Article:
I have a pair of dress hoes that have light tan laces.
Big deal, you no doubt say.
Well, they're broken.
Well, that happens. Go buy some, right?
Hence the problem.
Alas, poor shoelaces. . .
For years, when this occurred, i just walked over to one of the two downtown shoe repair shops or Wolfords, the downtown locally owned shoe store.
They're all gone now.
And now I don't know where to go to get laces.
I tried Walmart, which I dislike, but they don't carry shoelaces for dress shoes. So no luck there. I guess I'll try Penny's at the mall, or maybe Kohls, which is nearby the mall. Both are clear across town, but if they don't have them I'll find myself actually having to order shoelaces, of all things, on the net.
And so we have the irony of retail consolidation
We're always told that this makes things more convenient for everyone. The big box stores and retail chains do drive out the smaller locally owned stores. But at the same time, choice diminishes along with that, oddly enough.
Now, if you live in a big city, or even a larger one, this is no doubt not true.
But if you live in a smaller one, or a smaller town, it definitely is. The retail choices decrease with the competition from big box stores.
And so you are left with the net. Even for shoelaces.
And of course for shoes.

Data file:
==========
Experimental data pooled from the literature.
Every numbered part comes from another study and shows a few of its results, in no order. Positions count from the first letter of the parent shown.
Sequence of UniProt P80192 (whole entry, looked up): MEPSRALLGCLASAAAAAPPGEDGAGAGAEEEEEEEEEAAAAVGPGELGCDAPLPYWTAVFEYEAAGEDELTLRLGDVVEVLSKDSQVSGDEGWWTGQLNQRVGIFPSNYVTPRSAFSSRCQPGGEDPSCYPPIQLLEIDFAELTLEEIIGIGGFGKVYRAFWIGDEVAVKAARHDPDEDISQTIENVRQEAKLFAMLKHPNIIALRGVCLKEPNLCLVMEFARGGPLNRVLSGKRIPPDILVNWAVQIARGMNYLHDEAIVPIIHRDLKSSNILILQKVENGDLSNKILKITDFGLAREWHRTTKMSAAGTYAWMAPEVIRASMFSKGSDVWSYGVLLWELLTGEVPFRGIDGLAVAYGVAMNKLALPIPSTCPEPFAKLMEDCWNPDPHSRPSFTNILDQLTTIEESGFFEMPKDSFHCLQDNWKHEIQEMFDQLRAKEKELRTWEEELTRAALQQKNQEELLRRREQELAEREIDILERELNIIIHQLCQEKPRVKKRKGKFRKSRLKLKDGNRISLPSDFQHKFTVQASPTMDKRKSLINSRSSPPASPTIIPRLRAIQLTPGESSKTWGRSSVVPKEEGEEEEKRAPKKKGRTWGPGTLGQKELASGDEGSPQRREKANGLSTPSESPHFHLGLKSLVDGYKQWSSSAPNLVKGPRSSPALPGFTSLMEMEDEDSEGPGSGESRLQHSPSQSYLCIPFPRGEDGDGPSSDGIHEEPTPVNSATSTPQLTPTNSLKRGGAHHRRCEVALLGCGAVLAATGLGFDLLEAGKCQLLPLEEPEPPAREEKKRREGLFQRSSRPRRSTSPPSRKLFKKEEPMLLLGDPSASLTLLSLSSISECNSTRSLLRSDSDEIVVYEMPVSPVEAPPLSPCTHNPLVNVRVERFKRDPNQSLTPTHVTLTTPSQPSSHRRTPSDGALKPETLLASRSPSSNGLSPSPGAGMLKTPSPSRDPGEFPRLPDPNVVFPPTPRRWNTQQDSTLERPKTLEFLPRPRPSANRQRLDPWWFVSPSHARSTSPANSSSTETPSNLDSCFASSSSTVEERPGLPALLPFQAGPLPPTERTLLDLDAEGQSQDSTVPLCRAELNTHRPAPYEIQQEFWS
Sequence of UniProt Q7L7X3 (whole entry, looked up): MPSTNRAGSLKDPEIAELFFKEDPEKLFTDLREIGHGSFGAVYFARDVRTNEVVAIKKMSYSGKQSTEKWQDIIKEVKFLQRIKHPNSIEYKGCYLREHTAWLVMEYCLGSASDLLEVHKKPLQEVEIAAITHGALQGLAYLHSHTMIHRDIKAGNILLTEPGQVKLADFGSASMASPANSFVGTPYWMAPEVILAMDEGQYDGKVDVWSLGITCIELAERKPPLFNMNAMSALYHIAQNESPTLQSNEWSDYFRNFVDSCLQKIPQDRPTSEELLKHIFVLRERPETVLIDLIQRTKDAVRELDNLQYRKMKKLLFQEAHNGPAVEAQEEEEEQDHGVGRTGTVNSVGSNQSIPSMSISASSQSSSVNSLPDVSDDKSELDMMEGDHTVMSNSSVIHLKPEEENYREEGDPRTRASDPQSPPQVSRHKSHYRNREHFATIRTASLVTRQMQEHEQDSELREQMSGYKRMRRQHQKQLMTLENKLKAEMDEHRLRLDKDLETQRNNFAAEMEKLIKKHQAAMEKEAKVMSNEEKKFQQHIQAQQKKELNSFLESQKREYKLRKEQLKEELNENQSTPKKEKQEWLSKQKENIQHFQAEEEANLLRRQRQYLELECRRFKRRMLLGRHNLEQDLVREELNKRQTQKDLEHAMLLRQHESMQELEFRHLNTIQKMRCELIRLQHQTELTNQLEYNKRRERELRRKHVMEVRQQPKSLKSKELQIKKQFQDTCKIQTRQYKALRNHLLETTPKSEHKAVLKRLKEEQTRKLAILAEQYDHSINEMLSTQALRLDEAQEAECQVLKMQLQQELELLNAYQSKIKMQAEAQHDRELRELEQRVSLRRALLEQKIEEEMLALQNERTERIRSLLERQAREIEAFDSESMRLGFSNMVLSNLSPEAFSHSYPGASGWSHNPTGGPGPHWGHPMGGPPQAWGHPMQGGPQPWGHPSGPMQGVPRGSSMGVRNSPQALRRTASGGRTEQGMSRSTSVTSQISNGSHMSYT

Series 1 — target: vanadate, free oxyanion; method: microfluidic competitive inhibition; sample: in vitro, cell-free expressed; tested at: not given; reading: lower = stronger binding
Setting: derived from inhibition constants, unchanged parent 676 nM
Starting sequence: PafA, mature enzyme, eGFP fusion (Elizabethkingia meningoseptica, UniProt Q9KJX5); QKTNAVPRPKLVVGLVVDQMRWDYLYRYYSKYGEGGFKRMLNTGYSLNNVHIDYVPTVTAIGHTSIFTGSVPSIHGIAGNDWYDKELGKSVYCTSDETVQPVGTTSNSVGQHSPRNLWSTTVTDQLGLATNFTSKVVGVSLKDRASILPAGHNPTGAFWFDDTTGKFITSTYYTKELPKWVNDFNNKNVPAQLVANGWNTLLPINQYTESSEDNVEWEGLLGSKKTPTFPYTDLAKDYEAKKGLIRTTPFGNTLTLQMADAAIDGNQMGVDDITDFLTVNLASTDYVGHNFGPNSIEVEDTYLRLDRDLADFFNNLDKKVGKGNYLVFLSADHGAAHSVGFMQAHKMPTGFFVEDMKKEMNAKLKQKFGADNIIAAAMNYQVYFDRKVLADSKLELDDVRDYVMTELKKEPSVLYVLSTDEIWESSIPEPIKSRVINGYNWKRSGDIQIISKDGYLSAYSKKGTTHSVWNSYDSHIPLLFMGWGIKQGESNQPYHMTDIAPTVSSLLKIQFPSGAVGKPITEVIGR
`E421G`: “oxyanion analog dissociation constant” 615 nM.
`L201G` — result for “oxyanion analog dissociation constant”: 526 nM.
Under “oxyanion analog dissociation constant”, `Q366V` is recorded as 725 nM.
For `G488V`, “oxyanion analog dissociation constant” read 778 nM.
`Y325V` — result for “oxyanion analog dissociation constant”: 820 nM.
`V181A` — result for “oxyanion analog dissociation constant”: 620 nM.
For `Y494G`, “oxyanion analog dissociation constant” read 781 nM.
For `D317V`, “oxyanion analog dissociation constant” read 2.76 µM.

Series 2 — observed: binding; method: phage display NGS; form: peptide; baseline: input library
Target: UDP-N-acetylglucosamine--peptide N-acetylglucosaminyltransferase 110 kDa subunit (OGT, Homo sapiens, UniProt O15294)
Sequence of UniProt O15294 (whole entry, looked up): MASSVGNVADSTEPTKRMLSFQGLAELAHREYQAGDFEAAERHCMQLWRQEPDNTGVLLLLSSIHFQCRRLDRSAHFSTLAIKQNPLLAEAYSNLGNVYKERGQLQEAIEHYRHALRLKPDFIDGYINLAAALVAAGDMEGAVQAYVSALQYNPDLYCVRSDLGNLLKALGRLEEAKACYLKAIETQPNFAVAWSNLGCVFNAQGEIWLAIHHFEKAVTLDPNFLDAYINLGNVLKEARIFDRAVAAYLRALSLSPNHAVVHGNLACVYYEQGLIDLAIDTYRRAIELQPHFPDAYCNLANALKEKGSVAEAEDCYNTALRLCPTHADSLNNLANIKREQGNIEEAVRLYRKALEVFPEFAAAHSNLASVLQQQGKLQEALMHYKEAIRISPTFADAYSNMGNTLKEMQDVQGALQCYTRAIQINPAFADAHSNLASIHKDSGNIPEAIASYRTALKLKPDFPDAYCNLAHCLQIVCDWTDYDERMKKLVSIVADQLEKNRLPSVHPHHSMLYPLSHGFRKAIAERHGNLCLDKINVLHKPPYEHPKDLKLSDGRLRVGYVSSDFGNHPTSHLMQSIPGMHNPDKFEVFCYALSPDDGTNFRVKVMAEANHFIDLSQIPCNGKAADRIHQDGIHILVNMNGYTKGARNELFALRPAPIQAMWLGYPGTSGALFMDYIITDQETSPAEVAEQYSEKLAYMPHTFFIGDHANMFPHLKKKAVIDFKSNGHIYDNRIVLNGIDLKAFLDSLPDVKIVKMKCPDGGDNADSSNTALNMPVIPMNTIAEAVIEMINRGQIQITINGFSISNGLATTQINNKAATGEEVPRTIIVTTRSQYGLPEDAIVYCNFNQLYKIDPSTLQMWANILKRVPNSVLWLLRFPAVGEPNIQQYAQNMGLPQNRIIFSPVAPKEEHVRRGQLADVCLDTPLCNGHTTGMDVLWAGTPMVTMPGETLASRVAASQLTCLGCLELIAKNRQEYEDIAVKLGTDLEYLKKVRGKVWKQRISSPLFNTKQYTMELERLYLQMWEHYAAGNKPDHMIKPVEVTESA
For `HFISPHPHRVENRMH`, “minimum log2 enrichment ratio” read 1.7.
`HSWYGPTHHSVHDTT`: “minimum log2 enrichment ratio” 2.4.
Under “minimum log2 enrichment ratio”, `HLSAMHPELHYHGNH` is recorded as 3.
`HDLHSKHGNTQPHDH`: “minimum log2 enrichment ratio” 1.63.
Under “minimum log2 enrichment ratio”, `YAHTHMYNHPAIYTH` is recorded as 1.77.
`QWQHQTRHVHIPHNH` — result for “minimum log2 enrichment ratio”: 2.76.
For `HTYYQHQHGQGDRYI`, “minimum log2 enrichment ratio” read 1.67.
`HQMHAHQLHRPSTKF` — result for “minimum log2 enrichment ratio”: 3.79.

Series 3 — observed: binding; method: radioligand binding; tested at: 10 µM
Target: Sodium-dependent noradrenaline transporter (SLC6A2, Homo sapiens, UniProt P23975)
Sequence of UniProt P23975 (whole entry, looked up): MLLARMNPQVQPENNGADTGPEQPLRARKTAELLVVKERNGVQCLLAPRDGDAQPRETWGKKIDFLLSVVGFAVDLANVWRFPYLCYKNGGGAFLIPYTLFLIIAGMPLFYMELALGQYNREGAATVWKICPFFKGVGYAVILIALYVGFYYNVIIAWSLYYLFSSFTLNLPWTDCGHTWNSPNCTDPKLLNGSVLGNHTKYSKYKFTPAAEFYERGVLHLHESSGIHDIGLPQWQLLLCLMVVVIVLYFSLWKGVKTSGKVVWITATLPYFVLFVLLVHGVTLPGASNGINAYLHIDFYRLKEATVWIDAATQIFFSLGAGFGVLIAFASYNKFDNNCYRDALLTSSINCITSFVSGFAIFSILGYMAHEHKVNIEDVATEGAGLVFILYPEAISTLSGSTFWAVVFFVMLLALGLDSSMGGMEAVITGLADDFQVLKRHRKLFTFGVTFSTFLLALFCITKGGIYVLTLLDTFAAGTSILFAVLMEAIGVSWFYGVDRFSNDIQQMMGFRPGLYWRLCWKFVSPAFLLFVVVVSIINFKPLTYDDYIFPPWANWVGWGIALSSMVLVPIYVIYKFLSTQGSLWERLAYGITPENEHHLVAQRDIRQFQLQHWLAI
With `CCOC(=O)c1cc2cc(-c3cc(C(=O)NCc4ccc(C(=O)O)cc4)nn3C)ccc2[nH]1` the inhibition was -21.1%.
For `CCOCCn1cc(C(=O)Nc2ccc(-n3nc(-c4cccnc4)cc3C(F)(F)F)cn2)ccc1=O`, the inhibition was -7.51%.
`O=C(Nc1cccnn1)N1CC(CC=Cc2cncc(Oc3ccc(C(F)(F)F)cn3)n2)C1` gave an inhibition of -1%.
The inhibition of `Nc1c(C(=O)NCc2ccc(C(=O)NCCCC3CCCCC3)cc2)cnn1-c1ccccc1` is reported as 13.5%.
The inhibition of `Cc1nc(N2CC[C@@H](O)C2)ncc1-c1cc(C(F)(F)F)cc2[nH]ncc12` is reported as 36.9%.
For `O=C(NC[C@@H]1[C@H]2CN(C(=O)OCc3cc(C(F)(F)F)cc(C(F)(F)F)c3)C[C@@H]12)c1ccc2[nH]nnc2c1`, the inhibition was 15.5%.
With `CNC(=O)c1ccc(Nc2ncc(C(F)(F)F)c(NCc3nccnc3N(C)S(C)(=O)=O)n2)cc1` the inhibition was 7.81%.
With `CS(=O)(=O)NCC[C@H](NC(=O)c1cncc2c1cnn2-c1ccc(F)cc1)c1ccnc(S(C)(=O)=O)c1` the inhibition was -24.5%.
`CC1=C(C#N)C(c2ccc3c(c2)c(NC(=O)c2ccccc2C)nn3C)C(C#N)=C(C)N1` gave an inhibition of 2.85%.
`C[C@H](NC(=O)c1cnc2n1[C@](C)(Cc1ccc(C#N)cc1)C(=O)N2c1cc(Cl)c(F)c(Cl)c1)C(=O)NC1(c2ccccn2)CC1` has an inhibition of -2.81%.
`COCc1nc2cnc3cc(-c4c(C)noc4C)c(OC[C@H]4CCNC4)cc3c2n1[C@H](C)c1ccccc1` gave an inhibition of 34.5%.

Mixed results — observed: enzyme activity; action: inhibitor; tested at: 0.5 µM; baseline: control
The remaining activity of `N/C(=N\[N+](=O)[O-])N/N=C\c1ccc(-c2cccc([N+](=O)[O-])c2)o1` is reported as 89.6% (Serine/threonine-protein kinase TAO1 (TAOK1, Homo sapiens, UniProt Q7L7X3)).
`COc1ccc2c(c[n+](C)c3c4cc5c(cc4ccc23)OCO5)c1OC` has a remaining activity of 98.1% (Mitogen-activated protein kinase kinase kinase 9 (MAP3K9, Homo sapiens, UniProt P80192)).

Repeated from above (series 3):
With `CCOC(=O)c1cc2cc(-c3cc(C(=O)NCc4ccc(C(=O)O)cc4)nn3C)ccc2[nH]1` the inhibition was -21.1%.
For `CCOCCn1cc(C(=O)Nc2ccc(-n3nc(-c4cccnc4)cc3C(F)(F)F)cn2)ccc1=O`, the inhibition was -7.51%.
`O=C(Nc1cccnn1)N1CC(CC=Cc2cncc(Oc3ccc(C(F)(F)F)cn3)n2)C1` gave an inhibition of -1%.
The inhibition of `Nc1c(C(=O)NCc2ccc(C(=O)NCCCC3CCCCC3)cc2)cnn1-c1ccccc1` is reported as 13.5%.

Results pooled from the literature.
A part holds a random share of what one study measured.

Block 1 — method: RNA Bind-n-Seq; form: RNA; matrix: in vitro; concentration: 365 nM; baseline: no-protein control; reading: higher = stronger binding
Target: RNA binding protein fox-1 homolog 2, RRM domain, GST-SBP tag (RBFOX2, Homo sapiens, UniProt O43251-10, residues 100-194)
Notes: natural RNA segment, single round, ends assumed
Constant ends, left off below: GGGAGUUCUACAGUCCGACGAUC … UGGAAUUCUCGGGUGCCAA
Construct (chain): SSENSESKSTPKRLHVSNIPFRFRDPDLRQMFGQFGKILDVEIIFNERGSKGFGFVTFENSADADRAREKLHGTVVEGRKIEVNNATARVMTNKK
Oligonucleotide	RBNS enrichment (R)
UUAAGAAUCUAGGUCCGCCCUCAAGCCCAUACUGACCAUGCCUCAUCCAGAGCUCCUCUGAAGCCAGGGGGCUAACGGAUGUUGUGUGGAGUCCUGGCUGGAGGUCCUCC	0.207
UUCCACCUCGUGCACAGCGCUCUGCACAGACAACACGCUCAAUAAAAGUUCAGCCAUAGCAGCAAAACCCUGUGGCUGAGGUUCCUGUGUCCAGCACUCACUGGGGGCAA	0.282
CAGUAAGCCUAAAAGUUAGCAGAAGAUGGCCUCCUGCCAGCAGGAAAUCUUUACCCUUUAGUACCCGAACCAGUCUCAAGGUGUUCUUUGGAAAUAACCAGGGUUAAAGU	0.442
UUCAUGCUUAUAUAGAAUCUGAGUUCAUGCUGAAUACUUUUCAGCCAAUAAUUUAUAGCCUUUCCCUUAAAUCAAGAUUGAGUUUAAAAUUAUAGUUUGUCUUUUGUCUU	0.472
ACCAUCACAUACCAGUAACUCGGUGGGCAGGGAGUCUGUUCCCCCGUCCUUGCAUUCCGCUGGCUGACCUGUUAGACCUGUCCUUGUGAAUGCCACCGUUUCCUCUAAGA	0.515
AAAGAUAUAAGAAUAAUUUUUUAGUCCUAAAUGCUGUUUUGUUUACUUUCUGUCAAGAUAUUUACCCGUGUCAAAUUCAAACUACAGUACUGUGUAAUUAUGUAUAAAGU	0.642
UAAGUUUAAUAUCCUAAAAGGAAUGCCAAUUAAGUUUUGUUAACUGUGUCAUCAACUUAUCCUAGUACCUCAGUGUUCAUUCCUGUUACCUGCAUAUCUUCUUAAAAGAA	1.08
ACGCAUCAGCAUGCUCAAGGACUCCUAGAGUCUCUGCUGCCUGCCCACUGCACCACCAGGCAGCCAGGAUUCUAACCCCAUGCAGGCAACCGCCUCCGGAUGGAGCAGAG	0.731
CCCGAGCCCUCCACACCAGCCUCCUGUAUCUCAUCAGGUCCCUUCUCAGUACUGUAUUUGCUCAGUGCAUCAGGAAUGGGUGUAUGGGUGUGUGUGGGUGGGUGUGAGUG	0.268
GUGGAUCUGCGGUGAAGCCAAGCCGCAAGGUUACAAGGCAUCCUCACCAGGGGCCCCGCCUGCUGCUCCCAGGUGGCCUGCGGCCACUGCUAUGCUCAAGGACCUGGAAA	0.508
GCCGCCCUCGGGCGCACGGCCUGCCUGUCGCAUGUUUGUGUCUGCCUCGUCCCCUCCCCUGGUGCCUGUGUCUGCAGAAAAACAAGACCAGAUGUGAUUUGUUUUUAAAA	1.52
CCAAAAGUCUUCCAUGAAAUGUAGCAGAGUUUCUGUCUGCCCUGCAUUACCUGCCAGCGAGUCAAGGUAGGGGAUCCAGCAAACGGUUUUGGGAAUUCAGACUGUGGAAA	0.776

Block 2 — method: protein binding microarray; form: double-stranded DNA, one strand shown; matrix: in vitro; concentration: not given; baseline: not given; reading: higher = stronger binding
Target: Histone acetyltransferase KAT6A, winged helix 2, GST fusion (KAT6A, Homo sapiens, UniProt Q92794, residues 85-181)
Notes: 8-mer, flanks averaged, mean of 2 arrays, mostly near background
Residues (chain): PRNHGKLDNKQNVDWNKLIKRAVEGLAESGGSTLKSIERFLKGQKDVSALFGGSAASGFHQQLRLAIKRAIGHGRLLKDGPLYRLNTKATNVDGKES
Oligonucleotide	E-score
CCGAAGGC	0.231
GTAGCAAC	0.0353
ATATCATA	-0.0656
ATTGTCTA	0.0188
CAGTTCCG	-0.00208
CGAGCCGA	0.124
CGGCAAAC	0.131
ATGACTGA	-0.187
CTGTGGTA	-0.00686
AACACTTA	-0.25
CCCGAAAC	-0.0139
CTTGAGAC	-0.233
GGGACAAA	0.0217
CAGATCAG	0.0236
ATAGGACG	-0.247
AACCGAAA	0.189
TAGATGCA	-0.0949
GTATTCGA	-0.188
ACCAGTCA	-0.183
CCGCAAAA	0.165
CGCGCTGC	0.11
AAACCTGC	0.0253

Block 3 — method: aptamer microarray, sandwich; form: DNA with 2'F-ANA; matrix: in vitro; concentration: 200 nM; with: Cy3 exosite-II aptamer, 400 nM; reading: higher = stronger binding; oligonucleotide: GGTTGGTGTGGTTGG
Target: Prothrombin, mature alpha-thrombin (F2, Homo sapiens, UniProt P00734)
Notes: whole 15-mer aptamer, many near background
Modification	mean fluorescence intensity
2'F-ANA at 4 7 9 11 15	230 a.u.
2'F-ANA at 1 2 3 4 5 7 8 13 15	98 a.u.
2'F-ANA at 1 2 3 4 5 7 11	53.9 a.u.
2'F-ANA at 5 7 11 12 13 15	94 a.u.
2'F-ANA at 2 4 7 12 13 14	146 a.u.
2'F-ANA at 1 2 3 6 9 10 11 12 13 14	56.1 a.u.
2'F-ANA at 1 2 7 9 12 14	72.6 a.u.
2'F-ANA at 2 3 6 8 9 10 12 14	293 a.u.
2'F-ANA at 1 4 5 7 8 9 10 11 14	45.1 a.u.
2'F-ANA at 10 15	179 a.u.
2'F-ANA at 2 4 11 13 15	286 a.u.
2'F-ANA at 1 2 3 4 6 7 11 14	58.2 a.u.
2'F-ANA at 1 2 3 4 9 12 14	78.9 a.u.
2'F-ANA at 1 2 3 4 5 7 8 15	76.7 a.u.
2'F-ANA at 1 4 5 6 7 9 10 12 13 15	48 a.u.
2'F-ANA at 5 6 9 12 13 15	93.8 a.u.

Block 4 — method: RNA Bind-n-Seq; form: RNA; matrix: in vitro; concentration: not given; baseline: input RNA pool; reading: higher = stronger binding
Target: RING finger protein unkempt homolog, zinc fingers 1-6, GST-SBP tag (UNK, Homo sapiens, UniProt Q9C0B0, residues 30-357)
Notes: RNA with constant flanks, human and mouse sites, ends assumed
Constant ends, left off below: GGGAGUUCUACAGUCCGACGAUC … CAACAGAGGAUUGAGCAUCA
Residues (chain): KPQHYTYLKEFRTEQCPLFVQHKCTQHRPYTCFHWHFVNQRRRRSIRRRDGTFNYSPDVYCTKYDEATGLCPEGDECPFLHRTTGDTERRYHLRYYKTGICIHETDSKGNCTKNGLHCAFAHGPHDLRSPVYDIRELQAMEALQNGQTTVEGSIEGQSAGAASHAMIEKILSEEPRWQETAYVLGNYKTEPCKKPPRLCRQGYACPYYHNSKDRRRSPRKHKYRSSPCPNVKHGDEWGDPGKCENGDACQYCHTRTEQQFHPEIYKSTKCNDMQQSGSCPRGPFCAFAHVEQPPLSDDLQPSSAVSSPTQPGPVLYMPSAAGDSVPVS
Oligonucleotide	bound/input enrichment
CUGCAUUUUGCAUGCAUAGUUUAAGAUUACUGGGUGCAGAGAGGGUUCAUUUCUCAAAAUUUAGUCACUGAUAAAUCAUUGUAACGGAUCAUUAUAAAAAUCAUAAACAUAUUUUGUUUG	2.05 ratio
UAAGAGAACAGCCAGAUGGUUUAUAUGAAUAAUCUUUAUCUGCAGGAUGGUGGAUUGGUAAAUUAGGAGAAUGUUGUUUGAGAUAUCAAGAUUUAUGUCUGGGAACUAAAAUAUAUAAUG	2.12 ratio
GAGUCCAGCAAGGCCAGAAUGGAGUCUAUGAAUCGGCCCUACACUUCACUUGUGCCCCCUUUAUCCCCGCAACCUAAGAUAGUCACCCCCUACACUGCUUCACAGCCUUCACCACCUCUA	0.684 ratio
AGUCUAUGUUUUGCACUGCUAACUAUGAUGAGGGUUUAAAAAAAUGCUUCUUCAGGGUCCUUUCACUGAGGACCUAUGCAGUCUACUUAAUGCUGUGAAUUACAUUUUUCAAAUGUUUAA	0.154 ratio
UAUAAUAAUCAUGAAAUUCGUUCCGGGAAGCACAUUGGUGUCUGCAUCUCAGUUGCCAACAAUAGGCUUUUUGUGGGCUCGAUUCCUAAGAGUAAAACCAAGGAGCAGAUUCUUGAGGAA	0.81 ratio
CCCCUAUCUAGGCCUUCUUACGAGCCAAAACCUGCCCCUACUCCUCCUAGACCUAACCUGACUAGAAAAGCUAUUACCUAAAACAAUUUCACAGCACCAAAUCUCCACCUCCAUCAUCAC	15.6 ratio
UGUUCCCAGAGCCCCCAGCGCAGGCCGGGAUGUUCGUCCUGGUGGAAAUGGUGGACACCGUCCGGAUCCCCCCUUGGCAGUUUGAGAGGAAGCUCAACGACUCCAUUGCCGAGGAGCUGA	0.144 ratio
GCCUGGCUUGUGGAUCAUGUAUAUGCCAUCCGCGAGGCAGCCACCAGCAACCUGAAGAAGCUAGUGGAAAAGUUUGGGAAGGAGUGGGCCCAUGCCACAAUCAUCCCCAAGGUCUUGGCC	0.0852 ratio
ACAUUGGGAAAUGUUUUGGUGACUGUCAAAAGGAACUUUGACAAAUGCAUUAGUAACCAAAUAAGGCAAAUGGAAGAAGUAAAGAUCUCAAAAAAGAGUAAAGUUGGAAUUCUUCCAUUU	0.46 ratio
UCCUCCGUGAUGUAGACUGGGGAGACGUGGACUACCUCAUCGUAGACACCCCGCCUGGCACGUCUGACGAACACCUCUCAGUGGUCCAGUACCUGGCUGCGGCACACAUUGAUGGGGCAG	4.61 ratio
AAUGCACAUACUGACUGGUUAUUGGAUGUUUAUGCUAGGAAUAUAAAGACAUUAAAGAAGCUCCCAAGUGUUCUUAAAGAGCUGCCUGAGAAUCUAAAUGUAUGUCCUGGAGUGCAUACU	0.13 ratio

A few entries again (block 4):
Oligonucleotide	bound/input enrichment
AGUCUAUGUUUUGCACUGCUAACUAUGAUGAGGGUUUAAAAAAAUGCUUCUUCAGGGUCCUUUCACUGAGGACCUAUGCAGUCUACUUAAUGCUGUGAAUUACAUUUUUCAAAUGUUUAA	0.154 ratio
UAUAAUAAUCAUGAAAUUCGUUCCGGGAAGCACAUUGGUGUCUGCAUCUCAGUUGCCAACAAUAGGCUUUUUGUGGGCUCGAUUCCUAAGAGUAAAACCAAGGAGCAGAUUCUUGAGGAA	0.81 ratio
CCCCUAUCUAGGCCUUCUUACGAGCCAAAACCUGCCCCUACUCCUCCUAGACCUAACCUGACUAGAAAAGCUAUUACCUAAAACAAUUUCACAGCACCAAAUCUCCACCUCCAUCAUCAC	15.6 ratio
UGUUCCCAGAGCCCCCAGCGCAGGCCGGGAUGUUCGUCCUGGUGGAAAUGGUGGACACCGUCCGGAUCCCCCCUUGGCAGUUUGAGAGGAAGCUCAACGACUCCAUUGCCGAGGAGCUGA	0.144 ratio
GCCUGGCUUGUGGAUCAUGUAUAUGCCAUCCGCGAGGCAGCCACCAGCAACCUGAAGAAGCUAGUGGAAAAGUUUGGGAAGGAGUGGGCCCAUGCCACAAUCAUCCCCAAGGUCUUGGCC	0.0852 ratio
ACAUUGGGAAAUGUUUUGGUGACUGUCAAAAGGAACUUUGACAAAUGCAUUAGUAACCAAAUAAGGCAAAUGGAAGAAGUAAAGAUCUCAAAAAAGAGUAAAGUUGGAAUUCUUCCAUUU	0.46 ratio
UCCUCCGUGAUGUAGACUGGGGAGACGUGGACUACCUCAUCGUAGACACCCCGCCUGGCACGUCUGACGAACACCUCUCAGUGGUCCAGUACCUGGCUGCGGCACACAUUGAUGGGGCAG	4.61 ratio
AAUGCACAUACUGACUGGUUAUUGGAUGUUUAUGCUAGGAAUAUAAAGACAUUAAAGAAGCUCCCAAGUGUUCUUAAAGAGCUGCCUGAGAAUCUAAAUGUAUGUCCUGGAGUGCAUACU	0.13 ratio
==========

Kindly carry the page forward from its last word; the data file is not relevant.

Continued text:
Dress shoes have been a problem for me ever since 1990. That's when I graduated from law school. At that time I had two pair of dress shoes and both of them were U.S. Army "low quarters". I.e., the black dress shoe worn by soldiers with their Class A uniform. I wore those as dress shoes quite a bit for a long time, although I haven't done so now for quite awhile and one pair is mysteriously missing. Anyhow, I thought they were fine but even early on I knew I needed another pair and my father took me up to Penny's where we ordered one. My feet, at size six, are so small that about the only shoes I can ever find locally are cowboy boots and athletic shoes, the latter of which I very rarely wear. Even Wolfords almost never had shoes my size and I don't blame them. It'd be pointless for them to stock shoes just for me and as more and more men have switched to fairly casual shoes there likely wasn't much of a market for small sized men's shoes. It did give me the feeling, however that they were likely in their declining days as a store, Wolfords that is.
Anyhow that means that I've pretty much had to mail order dress shoes for a long time, and of the four pair I've acquired since 1990 (all still in use) all of them came through the mail. Two pairs are H.S. Trask shoes that are made from buffalo hide, including the one depicted above, and they're as tough as nails. They'll ultimately wear out, maybe, from the inside, not the outside, as the outside leather is indestructible. The shoelaces aren't, however.
Hence the problem.